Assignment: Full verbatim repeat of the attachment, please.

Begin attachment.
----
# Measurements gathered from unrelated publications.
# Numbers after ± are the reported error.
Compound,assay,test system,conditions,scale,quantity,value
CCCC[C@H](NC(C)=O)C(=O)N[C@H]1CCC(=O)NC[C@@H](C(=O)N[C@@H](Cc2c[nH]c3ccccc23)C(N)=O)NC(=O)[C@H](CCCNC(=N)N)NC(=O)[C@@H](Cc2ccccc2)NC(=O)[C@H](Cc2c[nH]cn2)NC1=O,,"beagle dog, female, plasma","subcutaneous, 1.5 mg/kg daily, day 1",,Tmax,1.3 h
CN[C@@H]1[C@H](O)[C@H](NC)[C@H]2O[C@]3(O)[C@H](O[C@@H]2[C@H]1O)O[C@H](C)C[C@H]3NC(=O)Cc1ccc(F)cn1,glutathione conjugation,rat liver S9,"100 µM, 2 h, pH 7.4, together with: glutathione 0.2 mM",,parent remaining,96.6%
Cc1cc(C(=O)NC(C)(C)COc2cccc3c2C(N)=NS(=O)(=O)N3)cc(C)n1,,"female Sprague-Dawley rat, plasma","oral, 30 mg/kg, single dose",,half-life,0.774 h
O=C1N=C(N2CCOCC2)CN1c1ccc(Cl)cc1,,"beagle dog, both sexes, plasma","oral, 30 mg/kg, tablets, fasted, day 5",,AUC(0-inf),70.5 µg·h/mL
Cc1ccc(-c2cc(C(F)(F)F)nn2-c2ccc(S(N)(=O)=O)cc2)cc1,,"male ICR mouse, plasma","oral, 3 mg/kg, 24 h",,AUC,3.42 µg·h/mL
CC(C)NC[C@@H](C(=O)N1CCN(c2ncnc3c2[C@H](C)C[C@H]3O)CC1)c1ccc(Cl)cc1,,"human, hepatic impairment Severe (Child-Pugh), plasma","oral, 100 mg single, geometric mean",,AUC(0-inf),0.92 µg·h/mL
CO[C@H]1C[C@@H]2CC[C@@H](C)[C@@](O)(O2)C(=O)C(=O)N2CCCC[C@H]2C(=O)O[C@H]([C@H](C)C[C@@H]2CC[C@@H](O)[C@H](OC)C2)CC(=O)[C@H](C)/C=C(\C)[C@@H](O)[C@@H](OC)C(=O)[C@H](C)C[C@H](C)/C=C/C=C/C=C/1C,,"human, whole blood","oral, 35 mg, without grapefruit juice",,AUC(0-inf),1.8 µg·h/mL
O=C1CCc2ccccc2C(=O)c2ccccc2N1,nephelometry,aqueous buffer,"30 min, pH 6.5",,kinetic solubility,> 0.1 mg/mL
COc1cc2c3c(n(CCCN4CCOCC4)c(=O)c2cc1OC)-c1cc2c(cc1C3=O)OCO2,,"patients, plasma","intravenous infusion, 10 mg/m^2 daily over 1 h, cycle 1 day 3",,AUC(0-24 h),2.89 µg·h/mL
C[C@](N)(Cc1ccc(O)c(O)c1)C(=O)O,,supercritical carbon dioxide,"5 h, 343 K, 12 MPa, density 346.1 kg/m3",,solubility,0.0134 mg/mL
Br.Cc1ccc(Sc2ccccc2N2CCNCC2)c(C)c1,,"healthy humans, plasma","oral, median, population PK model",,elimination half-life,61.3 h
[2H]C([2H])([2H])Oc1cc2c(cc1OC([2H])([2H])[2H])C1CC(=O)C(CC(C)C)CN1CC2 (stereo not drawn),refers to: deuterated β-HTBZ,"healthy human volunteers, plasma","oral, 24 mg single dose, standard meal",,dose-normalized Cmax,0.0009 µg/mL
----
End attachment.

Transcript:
# Measurements gathered from unrelated publications.
# Numbers after ± are the reported error.
Compound,assay,test system,conditions,scale,quantity,value
CCCC[C@H](NC(C)=O)C(=O)N[C@H]1CCC(=O)NC[C@@H](C(=O)N[C@@H](Cc2c[nH]c3ccccc23)C(N)=O)NC(=O)[C@H](CCCNC(=N)N)NC(=O)[C@@H](Cc2ccccc2)NC(=O)[C@H](Cc2c[nH]cn2)NC1=O,,"beagle dog, female, plasma","subcutaneous, 1.5 mg/kg daily, day 1",,Tmax,1.3 h
CN[C@@H]1[C@H](O)[C@H](NC)[C@H]2O[C@]3(O)[C@H](O[C@@H]2[C@H]1O)O[C@H](C)C[C@H]3NC(=O)Cc1ccc(F)cn1,glutathione conjugation,rat liver S9,"100 µM, 2 h, pH 7.4, together with: glutathione 0.2 mM",,parent remaining,96.6%
Cc1cc(C(=O)NC(C)(C)COc2cccc3c2C(N)=NS(=O)(=O)N3)cc(C)n1,,"female Sprague-Dawley rat, plasma","oral, 30 mg/kg, single dose",,half-life,0.774 h
O=C1N=C(N2CCOCC2)CN1c1ccc(Cl)cc1,,"beagle dog, both sexes, plasma","oral, 30 mg/kg, tablets, fasted, day 5",,AUC(0-inf),70.5 µg·h/mL
Cc1ccc(-c2cc(C(F)(F)F)nn2-c2ccc(S(N)(=O)=O)cc2)cc1,,"male ICR mouse, plasma","oral, 3 mg/kg, 24 h",,AUC,3.42 µg·h/mL
CC(C)NC[C@@H](C(=O)N1CCN(c2ncnc3c2[C@H](C)C[C@H]3O)CC1)c1ccc(Cl)cc1,,"human, hepatic impairment Severe (Child-Pugh), plasma","oral, 100 mg single, geometric mean",,AUC(0-inf),0.92 µg·h/mL
CO[C@H]1C[C@@H]2CC[C@@H](C)[C@@](O)(O2)C(=O)C(=O)N2CCCC[C@H]2C(=O)O[C@H]([C@H](C)C[C@@H]2CC[C@@H](O)[C@H](OC)C2)CC(=O)[C@H](C)/C=C(\C)[C@@H](O)[C@@H](OC)C(=O)[C@H](C)C[C@H](C)/C=C/C=C/C=C/1C,,"human, whole blood","oral, 35 mg, without grapefruit juice",,AUC(0-inf),1.8 µg·h/mL
O=C1CCc2ccccc2C(=O)c2ccccc2N1,nephelometry,aqueous buffer,"30 min, pH 6.5",,kinetic solubility,> 0.1 mg/mL
COc1cc2c3c(n(CCCN4CCOCC4)c(=O)c2cc1OC)-c1cc2c(cc1C3=O)OCO2,,"patients, plasma","intravenous infusion, 10 mg/m^2 daily over 1 h, cycle 1 day 3",,AUC(0-24 h),2.89 µg·h/mL
C[C@](N)(Cc1ccc(O)c(O)c1)C(=O)O,,supercritical carbon dioxide,"5 h, 343 K, 12 MPa, density 346.1 kg/m3",,solubility,0.0134 mg/mL
Br.Cc1ccc(Sc2ccccc2N2CCNCC2)c(C)c1,,"healthy humans, plasma","oral, median, population PK model",,elimination half-life,61.3 h
[2H]C([2H])([2H])Oc1cc2c(cc1OC([2H])([2H])[2H])C1CC(=O)C(CC(C)C)CN1CC2 (stereo not drawn),refers to: deuterated β-HTBZ,"healthy human volunteers, plasma","oral, 24 mg single dose, standard meal",,dose-normalized Cmax,0.0009 µg/mL